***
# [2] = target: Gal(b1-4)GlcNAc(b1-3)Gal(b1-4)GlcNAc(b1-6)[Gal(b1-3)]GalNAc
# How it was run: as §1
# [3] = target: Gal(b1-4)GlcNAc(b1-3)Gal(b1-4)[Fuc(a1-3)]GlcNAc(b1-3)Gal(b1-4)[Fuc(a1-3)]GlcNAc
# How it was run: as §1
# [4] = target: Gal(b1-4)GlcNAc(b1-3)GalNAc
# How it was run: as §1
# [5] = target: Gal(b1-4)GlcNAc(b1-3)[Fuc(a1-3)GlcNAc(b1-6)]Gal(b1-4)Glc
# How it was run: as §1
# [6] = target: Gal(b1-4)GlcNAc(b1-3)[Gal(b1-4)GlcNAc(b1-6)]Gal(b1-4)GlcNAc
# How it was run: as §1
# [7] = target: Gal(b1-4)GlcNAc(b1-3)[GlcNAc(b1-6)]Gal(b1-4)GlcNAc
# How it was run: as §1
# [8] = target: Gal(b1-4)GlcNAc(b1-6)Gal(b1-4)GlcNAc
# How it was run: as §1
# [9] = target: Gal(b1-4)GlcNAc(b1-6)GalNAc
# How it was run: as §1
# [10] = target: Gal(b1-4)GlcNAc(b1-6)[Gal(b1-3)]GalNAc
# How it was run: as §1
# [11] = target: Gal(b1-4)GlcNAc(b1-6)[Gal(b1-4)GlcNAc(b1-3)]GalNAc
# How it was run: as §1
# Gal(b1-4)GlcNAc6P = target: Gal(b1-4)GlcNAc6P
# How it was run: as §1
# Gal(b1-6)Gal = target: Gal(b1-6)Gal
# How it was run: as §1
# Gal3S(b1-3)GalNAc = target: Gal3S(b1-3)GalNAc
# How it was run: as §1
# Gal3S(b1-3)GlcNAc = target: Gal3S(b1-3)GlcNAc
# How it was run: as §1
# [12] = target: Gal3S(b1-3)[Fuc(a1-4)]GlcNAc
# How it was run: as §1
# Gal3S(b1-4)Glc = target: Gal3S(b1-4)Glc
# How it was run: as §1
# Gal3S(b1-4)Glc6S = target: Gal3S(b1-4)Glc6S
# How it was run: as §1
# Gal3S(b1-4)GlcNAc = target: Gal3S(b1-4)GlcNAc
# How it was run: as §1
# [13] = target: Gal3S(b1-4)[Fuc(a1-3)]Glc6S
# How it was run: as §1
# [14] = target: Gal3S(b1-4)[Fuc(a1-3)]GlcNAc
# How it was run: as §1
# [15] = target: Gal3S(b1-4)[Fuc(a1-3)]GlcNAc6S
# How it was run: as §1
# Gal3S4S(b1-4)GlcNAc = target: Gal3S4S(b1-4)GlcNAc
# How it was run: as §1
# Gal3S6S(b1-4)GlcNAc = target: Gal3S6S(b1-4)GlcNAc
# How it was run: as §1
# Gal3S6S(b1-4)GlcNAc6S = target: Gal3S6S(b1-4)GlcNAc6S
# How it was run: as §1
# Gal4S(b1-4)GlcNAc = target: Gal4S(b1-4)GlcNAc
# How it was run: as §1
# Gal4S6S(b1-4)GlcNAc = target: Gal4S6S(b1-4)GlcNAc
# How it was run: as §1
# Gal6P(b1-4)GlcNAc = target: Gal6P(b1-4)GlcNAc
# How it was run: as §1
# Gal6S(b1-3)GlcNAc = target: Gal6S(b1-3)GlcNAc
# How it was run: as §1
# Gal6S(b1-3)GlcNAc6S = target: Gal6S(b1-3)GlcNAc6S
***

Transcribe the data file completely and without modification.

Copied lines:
# [2] = target: Gal(b1-4)GlcNAc(b1-3)Gal(b1-4)GlcNAc(b1-6)[Gal(b1-3)]GalNAc
# How it was run: as §1
# [3] = target: Gal(b1-4)GlcNAc(b1-3)Gal(b1-4)[Fuc(a1-3)]GlcNAc(b1-3)Gal(b1-4)[Fuc(a1-3)]GlcNAc
# How it was run: as §1
# [4] = target: Gal(b1-4)GlcNAc(b1-3)GalNAc
# How it was run: as §1
# [5] = target: Gal(b1-4)GlcNAc(b1-3)[Fuc(a1-3)GlcNAc(b1-6)]Gal(b1-4)Glc
# How it was run: as §1
# [6] = target: Gal(b1-4)GlcNAc(b1-3)[Gal(b1-4)GlcNAc(b1-6)]Gal(b1-4)GlcNAc
# How it was run: as §1
# [7] = target: Gal(b1-4)GlcNAc(b1-3)[GlcNAc(b1-6)]Gal(b1-4)GlcNAc
# How it was run: as §1
# [8] = target: Gal(b1-4)GlcNAc(b1-6)Gal(b1-4)GlcNAc
# How it was run: as §1
# [9] = target: Gal(b1-4)GlcNAc(b1-6)GalNAc
# How it was run: as §1
# [10] = target: Gal(b1-4)GlcNAc(b1-6)[Gal(b1-3)]GalNAc
# How it was run: as §1
# [11] = target: Gal(b1-4)GlcNAc(b1-6)[Gal(b1-4)GlcNAc(b1-3)]GalNAc
# How it was run: as §1
# Gal(b1-4)GlcNAc6P = target: Gal(b1-4)GlcNAc6P
# How it was run: as §1
# Gal(b1-6)Gal = target: Gal(b1-6)Gal
# How it was run: as §1
# Gal3S(b1-3)GalNAc = target: Gal3S(b1-3)GalNAc
# How it was run: as §1
# Gal3S(b1-3)GlcNAc = target: Gal3S(b1-3)GlcNAc
# How it was run: as §1
# [12] = target: Gal3S(b1-3)[Fuc(a1-4)]GlcNAc
# How it was run: as §1
# Gal3S(b1-4)Glc = target: Gal3S(b1-4)Glc
# How it was run: as §1
# Gal3S(b1-4)Glc6S = target: Gal3S(b1-4)Glc6S
# How it was run: as §1
# Gal3S(b1-4)GlcNAc = target: Gal3S(b1-4)GlcNAc
# How it was run: as §1
# [13] = target: Gal3S(b1-4)[Fuc(a1-3)]Glc6S
# How it was run: as §1
# [14] = target: Gal3S(b1-4)[Fuc(a1-3)]GlcNAc
# How it was run: as §1
# [15] = target: Gal3S(b1-4)[Fuc(a1-3)]GlcNAc6S
# How it was run: as §1
# Gal3S4S(b1-4)GlcNAc = target: Gal3S4S(b1-4)GlcNAc
# How it was run: as §1
# Gal3S6S(b1-4)GlcNAc = target: Gal3S6S(b1-4)GlcNAc
# How it was run: as §1
# Gal3S6S(b1-4)GlcNAc6S = target: Gal3S6S(b1-4)GlcNAc6S
# How it was run: as §1
# Gal4S(b1-4)GlcNAc = target: Gal4S(b1-4)GlcNAc
# How it was run: as §1
# Gal4S6S(b1-4)GlcNAc = target: Gal4S6S(b1-4)GlcNAc
# How it was run: as §1
# Gal6P(b1-4)GlcNAc = target: Gal6P(b1-4)GlcNAc
# How it was run: as §1
# Gal6S(b1-3)GlcNAc = target: Gal6S(b1-3)GlcNAc
# How it was run: as §1
# Gal6S(b1-3)GlcNAc6S = target: Gal6S(b1-3)GlcNAc6S